Over the last few years, Bill O’Reilly was the subject of at least five claims of sexual harassment that reached a supposed confidential settlement. The settlements occurred before litigation and before there were any public filings at the local courthouse. It was not until 2017 that the series of settlements were reported in the news media, which ultimately resulted in his separation from Fox News.

Every lawyer knows that settlement agreements frequently include such a confidentiality clause. These provisions typically prevent the parties from disclosing the settlement amount to anyone outside of their legal counsel, accountants, financial planners and immediate family. Occasionally, these confidentiality clauses go further and attempt to restrict the parties from discussing the case, and precluding attorneys from further representation based upon information learned in that case.

Two landmines present danger to the parties and legal counsel when using broad confidential settlement agreements.

The first landmine: hiding wrongful conduct. Secrecy in settlement may be an attempt to illegally hide wrongful conduct. There are a number of situations in which the law frowns upon the use of confidentiality in a settlement agreement. For example, a broker-dealer may require confidentiality of a settlement with a customer which prevents disclosure from financial regulators. FINRA has cautioned firms about the use of provisions in settlement agreements with customers that have the potential to impede FINRA investigations and the prosecution of regulatory enforcement actions. See FINRA Notice to Members 14-40. Those regulators want to know about a possible bad apple before someone else is harmed. By entering into such confidential provisions, the broker dealer will be subject to regulatory action for trying to cover up. Likewise, some courts have held that the Fair Labor Standards Act litigation should not include a confidentiality provision because it would undermine regulatory efforts. Lynn’s Food Stores v. United States, 679 F.2d 1350 (11th Cir. 1982).

The second landmine: ethical violations. There are a number of advisory opinions that prohibit attorneys from entering into broad confidentiality agreements in certain circumstances. Rule 5.6 of the Rules of Professional Conduct prohibits lawyers from entering into settlement agreements that will prevent them from being able to accept future clients against the same defendant. That rule provides: “a lawyer shall not participate in offering or making an agreement in which a restriction on the lawyer’s right to practice is part of the settlement of a controversy between private parties.” The American Bar Association issued a formal opinion noting that attempts to prevent an attorney from taking on future similar cases, or using certain information, would be unethical because it may materially limit representation of the future client. In Oregon, two lawyers were suspended for entering into an agreement not to take on future cases. In Minnesota, the Office of Lawyers Professional Responsibility has suggested that a confidentiality clause may be unethical if the language is broad enough to prohibit use of information instead of merely protecting against disclosure of facts and terms of settlement.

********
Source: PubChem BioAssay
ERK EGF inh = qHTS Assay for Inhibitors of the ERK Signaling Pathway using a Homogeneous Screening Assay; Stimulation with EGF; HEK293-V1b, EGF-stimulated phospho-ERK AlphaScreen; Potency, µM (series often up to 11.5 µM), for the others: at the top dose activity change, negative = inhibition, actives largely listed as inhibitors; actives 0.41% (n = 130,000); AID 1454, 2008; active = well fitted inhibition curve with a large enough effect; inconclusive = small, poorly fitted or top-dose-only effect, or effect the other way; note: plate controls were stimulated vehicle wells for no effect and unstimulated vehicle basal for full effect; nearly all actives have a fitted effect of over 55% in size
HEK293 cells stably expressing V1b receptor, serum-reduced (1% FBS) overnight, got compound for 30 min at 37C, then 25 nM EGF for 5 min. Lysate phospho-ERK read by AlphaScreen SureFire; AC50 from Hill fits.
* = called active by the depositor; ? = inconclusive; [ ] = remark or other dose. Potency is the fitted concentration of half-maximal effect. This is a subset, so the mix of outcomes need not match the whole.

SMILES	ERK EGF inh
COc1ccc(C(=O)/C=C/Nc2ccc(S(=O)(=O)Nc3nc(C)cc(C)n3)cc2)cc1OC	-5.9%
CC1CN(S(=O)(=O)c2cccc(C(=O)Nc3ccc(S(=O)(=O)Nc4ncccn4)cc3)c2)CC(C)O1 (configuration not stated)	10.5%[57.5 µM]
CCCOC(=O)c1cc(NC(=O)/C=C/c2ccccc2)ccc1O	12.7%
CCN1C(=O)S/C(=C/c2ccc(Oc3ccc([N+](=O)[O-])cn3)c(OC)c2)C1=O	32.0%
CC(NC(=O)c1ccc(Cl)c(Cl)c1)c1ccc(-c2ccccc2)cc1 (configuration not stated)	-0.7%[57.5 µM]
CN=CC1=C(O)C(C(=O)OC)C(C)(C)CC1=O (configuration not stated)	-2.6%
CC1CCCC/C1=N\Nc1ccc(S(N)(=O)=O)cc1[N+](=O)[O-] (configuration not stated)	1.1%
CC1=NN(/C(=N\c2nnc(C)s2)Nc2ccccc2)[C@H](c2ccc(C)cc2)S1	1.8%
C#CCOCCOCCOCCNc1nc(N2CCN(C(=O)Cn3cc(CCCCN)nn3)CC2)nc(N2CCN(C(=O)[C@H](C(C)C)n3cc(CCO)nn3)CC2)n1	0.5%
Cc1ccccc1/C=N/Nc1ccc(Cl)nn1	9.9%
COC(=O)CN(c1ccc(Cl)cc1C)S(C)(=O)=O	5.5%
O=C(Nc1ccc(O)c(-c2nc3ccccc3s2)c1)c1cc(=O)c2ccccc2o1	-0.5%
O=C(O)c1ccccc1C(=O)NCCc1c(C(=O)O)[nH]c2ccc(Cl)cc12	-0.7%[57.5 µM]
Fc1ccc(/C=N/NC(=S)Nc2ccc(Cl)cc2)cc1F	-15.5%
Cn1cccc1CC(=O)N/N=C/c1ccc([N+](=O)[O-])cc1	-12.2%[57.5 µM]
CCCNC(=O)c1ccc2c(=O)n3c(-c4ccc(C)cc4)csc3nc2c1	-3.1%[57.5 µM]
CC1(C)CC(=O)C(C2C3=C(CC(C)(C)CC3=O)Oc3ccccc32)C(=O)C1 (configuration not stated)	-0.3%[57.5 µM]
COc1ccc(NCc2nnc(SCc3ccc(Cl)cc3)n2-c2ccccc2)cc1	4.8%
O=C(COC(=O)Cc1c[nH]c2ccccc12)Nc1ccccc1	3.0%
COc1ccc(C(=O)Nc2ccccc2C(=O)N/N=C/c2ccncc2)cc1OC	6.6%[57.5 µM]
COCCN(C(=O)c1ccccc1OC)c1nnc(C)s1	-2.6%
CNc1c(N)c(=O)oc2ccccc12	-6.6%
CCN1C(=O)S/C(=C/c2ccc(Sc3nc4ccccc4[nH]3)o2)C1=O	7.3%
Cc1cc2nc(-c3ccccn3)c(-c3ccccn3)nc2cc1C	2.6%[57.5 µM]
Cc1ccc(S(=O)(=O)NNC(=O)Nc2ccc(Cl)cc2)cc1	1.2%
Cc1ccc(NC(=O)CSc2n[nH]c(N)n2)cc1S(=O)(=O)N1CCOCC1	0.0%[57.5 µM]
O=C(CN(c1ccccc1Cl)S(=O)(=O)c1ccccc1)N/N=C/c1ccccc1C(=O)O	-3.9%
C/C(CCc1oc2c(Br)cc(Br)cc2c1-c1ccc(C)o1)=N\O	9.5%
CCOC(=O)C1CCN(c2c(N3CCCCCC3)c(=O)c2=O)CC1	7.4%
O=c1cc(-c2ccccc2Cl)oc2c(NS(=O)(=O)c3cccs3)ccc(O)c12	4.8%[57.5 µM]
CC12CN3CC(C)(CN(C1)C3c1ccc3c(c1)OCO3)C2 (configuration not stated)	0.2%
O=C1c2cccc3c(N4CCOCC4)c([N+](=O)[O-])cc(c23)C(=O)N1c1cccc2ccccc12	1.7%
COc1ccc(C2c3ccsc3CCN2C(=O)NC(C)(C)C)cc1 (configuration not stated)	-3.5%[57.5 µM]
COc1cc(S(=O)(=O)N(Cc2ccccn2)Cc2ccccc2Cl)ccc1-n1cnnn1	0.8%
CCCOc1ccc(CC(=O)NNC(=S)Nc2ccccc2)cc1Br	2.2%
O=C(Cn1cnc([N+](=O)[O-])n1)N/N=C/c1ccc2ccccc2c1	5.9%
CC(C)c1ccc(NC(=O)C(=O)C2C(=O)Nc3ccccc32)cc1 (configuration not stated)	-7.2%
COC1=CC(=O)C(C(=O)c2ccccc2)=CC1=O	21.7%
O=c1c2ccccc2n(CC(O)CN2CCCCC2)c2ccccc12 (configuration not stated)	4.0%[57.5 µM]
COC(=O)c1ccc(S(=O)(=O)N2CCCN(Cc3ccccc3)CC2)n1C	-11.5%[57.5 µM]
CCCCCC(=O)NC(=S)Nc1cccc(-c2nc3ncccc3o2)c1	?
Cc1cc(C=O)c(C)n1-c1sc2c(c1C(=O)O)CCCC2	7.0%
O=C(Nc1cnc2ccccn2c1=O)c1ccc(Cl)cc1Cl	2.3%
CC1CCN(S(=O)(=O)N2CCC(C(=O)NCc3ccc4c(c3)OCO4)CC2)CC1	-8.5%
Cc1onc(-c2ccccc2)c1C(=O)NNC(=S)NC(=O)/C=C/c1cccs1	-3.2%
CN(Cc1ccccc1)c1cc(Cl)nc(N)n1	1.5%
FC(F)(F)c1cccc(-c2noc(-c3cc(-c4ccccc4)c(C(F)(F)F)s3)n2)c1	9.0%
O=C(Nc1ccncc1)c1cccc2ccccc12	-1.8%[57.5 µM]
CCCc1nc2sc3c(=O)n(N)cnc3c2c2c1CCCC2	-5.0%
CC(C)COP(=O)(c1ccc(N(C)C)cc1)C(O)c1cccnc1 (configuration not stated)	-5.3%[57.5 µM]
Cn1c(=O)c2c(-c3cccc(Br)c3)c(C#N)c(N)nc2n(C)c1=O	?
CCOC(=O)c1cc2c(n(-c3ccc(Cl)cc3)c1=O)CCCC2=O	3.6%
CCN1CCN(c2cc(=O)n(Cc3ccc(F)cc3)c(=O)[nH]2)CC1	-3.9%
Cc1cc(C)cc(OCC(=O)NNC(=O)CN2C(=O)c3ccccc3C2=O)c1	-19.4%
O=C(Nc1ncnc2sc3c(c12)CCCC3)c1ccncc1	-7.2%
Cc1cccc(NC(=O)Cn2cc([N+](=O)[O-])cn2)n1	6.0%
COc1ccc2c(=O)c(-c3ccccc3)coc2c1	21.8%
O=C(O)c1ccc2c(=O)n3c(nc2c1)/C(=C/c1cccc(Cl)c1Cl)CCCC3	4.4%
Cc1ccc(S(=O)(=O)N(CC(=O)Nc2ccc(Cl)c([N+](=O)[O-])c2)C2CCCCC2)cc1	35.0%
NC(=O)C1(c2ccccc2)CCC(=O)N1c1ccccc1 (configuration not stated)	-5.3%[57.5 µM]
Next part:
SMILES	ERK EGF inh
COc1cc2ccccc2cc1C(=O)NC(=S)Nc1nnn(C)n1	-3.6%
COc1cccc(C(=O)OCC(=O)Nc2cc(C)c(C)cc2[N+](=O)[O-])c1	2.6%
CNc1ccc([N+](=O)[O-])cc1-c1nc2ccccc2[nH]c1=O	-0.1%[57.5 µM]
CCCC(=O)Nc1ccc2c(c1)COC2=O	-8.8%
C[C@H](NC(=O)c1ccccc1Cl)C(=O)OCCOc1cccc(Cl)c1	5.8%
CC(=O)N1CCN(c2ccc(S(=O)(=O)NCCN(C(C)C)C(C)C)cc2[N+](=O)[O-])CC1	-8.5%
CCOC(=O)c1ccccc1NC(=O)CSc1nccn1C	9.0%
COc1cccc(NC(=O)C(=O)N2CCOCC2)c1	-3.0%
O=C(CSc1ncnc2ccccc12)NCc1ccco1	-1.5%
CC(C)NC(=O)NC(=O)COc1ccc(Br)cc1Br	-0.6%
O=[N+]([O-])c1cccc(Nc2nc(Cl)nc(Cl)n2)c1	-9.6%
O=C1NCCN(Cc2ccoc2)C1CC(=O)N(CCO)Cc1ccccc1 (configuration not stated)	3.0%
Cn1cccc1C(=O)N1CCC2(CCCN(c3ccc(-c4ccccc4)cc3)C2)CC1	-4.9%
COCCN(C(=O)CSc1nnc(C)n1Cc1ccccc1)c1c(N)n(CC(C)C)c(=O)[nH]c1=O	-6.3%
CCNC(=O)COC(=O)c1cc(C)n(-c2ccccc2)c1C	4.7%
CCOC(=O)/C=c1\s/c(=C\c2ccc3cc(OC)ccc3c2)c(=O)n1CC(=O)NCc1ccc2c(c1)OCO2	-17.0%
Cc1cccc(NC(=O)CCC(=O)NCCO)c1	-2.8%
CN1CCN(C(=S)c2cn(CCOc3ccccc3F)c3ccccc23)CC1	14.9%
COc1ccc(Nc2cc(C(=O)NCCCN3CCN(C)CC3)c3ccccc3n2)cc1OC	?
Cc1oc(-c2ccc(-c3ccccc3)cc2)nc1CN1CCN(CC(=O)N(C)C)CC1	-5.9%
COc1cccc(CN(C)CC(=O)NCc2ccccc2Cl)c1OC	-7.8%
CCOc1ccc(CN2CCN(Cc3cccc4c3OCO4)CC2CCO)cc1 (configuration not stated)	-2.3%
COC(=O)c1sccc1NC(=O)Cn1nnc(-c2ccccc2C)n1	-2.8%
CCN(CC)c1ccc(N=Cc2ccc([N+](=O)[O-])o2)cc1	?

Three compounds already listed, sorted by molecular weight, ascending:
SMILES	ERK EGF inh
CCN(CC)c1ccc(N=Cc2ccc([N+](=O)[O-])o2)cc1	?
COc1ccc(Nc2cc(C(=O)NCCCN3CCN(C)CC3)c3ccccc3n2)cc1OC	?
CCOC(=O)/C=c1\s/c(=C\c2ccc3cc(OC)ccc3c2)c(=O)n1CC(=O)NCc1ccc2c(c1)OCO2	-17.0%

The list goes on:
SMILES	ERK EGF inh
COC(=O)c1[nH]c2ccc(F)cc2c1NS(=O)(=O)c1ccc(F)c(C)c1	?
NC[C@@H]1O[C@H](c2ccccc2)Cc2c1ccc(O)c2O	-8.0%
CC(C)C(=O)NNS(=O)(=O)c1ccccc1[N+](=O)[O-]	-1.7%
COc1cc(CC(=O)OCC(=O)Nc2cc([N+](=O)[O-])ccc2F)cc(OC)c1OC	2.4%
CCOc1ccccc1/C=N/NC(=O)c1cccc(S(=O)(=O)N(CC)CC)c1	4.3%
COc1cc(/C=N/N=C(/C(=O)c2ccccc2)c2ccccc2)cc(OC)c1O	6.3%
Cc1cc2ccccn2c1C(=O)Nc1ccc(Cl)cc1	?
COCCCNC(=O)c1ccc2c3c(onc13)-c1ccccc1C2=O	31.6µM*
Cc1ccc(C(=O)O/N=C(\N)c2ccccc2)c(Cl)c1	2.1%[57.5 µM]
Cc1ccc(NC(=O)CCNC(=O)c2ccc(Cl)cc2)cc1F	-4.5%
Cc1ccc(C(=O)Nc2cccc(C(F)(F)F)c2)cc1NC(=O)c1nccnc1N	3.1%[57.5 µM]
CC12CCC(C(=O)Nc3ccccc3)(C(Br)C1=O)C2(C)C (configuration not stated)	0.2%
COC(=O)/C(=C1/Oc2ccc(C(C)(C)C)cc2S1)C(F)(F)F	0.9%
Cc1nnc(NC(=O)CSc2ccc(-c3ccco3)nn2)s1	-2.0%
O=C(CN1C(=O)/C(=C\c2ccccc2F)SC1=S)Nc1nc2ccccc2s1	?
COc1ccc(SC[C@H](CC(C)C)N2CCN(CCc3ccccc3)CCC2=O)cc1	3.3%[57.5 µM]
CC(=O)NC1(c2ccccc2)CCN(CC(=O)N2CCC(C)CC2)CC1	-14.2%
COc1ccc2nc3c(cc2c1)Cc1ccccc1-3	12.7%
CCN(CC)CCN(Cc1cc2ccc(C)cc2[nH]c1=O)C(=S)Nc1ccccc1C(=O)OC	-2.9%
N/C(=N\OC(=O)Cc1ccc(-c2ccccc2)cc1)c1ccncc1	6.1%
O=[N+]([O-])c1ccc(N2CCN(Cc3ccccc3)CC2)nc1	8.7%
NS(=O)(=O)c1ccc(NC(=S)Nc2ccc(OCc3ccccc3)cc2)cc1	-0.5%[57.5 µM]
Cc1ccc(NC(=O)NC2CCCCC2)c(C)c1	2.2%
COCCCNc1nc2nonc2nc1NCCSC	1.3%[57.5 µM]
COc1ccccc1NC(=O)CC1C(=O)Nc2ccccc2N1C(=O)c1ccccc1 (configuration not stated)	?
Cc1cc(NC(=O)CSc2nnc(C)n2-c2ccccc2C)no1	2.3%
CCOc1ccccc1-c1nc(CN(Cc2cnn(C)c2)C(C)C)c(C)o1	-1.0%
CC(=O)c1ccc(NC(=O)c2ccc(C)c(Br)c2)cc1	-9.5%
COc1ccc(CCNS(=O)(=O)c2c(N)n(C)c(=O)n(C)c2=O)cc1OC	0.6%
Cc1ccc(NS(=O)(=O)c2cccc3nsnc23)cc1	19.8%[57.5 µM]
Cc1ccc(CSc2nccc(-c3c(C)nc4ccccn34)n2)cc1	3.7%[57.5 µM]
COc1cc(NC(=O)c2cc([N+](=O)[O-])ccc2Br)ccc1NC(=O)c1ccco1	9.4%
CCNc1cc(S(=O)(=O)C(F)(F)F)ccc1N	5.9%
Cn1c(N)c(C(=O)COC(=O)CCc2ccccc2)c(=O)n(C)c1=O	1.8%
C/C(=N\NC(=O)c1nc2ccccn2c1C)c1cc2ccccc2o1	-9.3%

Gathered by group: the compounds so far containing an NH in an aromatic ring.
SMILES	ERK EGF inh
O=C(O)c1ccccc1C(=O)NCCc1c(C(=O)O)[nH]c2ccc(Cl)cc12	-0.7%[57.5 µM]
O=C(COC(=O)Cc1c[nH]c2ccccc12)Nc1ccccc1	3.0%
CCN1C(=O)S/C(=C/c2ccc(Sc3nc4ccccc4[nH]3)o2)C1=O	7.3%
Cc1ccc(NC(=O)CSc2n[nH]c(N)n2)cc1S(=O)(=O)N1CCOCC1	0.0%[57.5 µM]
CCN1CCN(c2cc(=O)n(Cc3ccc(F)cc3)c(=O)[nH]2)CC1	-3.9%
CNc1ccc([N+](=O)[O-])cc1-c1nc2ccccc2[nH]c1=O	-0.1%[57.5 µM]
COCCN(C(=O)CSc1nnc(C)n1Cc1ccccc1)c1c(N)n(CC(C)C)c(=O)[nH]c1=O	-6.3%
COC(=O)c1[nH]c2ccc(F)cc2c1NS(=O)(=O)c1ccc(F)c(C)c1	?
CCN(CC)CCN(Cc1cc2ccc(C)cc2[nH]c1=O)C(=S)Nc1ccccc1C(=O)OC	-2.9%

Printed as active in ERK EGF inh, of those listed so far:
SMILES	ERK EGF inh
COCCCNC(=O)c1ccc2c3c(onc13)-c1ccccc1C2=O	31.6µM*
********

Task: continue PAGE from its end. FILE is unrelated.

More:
In the District of Columbia, an ethics opinion was released noting that a lawyer may be prevented from disclosing confidential information about a case that reaches settlement before filing in the public record. D.C. Ethics Opinion 335. This opinion recognized that a lawyer has a duty to abide by the client’s decision whether to accept an offer of settlement, and respect a client’s wish to keep certain information secret. For example, a plaintiff settling a sexual harassment claim may wish to protect his or her privacy by not allowing the lawyer to publicize any further information about the case. But, this would be different if the case were already part of the public record.

When reaching a settlement at mediation, the parties and their counsel should be cognizant of where they step when entering into a confidentiality agreement.